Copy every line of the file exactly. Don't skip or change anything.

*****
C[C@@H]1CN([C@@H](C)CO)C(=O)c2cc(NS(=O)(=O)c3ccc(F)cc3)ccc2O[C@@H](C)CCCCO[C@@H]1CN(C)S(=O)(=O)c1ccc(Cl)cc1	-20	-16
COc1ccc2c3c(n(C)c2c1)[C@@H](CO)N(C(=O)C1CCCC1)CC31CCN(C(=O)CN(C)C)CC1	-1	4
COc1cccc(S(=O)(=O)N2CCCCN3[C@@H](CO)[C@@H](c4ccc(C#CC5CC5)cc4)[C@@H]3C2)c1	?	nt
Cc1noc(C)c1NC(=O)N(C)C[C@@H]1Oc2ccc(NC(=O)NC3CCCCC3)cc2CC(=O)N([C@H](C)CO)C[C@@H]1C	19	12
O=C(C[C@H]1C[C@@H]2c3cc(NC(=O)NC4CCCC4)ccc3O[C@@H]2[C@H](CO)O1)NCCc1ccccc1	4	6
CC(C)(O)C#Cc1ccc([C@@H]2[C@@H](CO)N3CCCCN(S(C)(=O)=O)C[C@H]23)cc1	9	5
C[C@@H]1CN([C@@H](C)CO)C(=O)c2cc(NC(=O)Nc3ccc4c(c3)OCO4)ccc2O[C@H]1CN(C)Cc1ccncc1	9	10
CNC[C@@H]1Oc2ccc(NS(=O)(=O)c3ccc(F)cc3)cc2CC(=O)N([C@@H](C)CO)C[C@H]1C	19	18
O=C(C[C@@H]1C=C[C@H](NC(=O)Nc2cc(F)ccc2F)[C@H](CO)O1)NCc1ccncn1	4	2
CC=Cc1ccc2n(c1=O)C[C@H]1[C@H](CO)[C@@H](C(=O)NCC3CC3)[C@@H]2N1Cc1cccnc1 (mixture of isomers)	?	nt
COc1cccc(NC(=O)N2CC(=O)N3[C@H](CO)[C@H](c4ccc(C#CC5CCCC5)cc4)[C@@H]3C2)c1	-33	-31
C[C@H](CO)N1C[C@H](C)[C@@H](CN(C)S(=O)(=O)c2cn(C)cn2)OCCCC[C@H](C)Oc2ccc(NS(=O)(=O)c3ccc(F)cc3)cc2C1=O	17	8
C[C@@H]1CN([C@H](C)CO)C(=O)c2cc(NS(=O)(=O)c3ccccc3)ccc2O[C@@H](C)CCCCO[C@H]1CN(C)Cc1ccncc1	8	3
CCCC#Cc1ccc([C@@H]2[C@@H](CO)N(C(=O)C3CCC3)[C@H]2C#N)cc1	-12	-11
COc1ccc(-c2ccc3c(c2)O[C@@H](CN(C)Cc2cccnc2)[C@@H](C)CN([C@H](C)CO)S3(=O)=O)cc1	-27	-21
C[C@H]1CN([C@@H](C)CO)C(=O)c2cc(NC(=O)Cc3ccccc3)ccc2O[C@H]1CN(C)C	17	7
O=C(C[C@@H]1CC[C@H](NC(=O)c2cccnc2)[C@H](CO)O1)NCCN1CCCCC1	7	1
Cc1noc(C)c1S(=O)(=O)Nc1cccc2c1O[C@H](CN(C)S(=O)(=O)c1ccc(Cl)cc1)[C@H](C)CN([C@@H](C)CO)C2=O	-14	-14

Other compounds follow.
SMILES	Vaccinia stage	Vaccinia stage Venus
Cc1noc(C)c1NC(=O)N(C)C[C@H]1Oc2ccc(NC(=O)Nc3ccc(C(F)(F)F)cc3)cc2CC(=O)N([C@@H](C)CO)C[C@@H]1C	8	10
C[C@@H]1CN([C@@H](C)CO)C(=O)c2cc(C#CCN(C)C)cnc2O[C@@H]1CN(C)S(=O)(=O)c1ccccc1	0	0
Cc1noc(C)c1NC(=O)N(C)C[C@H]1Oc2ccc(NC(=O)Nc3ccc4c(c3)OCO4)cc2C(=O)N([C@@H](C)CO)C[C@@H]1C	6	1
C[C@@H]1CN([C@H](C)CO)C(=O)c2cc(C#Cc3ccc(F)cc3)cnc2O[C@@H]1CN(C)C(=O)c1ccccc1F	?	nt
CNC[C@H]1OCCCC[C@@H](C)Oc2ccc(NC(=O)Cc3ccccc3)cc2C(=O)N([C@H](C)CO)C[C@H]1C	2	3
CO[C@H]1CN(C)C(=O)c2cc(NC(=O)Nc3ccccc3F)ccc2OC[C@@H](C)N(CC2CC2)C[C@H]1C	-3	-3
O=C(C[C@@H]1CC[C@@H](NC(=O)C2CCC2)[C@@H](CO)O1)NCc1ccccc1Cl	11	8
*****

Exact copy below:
C[C@@H]1CN([C@@H](C)CO)C(=O)c2cc(NS(=O)(=O)c3ccc(F)cc3)ccc2O[C@@H](C)CCCCO[C@@H]1CN(C)S(=O)(=O)c1ccc(Cl)cc1	-20	-16
COc1ccc2c3c(n(C)c2c1)[C@@H](CO)N(C(=O)C1CCCC1)CC31CCN(C(=O)CN(C)C)CC1	-1	4
COc1cccc(S(=O)(=O)N2CCCCN3[C@@H](CO)[C@@H](c4ccc(C#CC5CC5)cc4)[C@@H]3C2)c1	?	nt
Cc1noc(C)c1NC(=O)N(C)C[C@@H]1Oc2ccc(NC(=O)NC3CCCCC3)cc2CC(=O)N([C@H](C)CO)C[C@@H]1C	19	12
O=C(C[C@H]1C[C@@H]2c3cc(NC(=O)NC4CCCC4)ccc3O[C@@H]2[C@H](CO)O1)NCCc1ccccc1	4	6
CC(C)(O)C#Cc1ccc([C@@H]2[C@@H](CO)N3CCCCN(S(C)(=O)=O)C[C@H]23)cc1	9	5
C[C@@H]1CN([C@@H](C)CO)C(=O)c2cc(NC(=O)Nc3ccc4c(c3)OCO4)ccc2O[C@H]1CN(C)Cc1ccncc1	9	10
CNC[C@@H]1Oc2ccc(NS(=O)(=O)c3ccc(F)cc3)cc2CC(=O)N([C@@H](C)CO)C[C@H]1C	19	18
O=C(C[C@@H]1C=C[C@H](NC(=O)Nc2cc(F)ccc2F)[C@H](CO)O1)NCc1ccncn1	4	2
CC=Cc1ccc2n(c1=O)C[C@H]1[C@H](CO)[C@@H](C(=O)NCC3CC3)[C@@H]2N1Cc1cccnc1 (mixture of isomers)	?	nt
COc1cccc(NC(=O)N2CC(=O)N3[C@H](CO)[C@H](c4ccc(C#CC5CCCC5)cc4)[C@@H]3C2)c1	-33	-31
C[C@H](CO)N1C[C@H](C)[C@@H](CN(C)S(=O)(=O)c2cn(C)cn2)OCCCC[C@H](C)Oc2ccc(NS(=O)(=O)c3ccc(F)cc3)cc2C1=O	17	8
C[C@@H]1CN([C@H](C)CO)C(=O)c2cc(NS(=O)(=O)c3ccccc3)ccc2O[C@@H](C)CCCCO[C@H]1CN(C)Cc1ccncc1	8	3
CCCC#Cc1ccc([C@@H]2[C@@H](CO)N(C(=O)C3CCC3)[C@H]2C#N)cc1	-12	-11
COc1ccc(-c2ccc3c(c2)O[C@@H](CN(C)Cc2cccnc2)[C@@H](C)CN([C@H](C)CO)S3(=O)=O)cc1	-27	-21
C[C@H]1CN([C@@H](C)CO)C(=O)c2cc(NC(=O)Cc3ccccc3)ccc2O[C@H]1CN(C)C	17	7
O=C(C[C@@H]1CC[C@H](NC(=O)c2cccnc2)[C@H](CO)O1)NCCN1CCCCC1	7	1
Cc1noc(C)c1S(=O)(=O)Nc1cccc2c1O[C@H](CN(C)S(=O)(=O)c1ccc(Cl)cc1)[C@H](C)CN([C@@H](C)CO)C2=O	-14	-14

Other compounds follow.
SMILES	Vaccinia stage	Vaccinia stage Venus
Cc1noc(C)c1NC(=O)N(C)C[C@H]1Oc2ccc(NC(=O)Nc3ccc(C(F)(F)F)cc3)cc2CC(=O)N([C@@H](C)CO)C[C@@H]1C	8	10
C[C@@H]1CN([C@@H](C)CO)C(=O)c2cc(C#CCN(C)C)cnc2O[C@@H]1CN(C)S(=O)(=O)c1ccccc1	0	0
Cc1noc(C)c1NC(=O)N(C)C[C@H]1Oc2ccc(NC(=O)Nc3ccc4c(c3)OCO4)cc2C(=O)N([C@@H](C)CO)C[C@@H]1C	6	1
C[C@@H]1CN([C@H](C)CO)C(=O)c2cc(C#Cc3ccc(F)cc3)cnc2O[C@@H]1CN(C)C(=O)c1ccccc1F	?	nt
CNC[C@H]1OCCCC[C@@H](C)Oc2ccc(NC(=O)Cc3ccccc3)cc2C(=O)N([C@H](C)CO)C[C@H]1C	2	3
CO[C@H]1CN(C)C(=O)c2cc(NC(=O)Nc3ccccc3F)ccc2OC[C@@H](C)N(CC2CC2)C[C@H]1C	-3	-3
O=C(C[C@@H]1CC[C@@H](NC(=O)C2CCC2)[C@@H](CO)O1)NCc1ccccc1Cl	11	8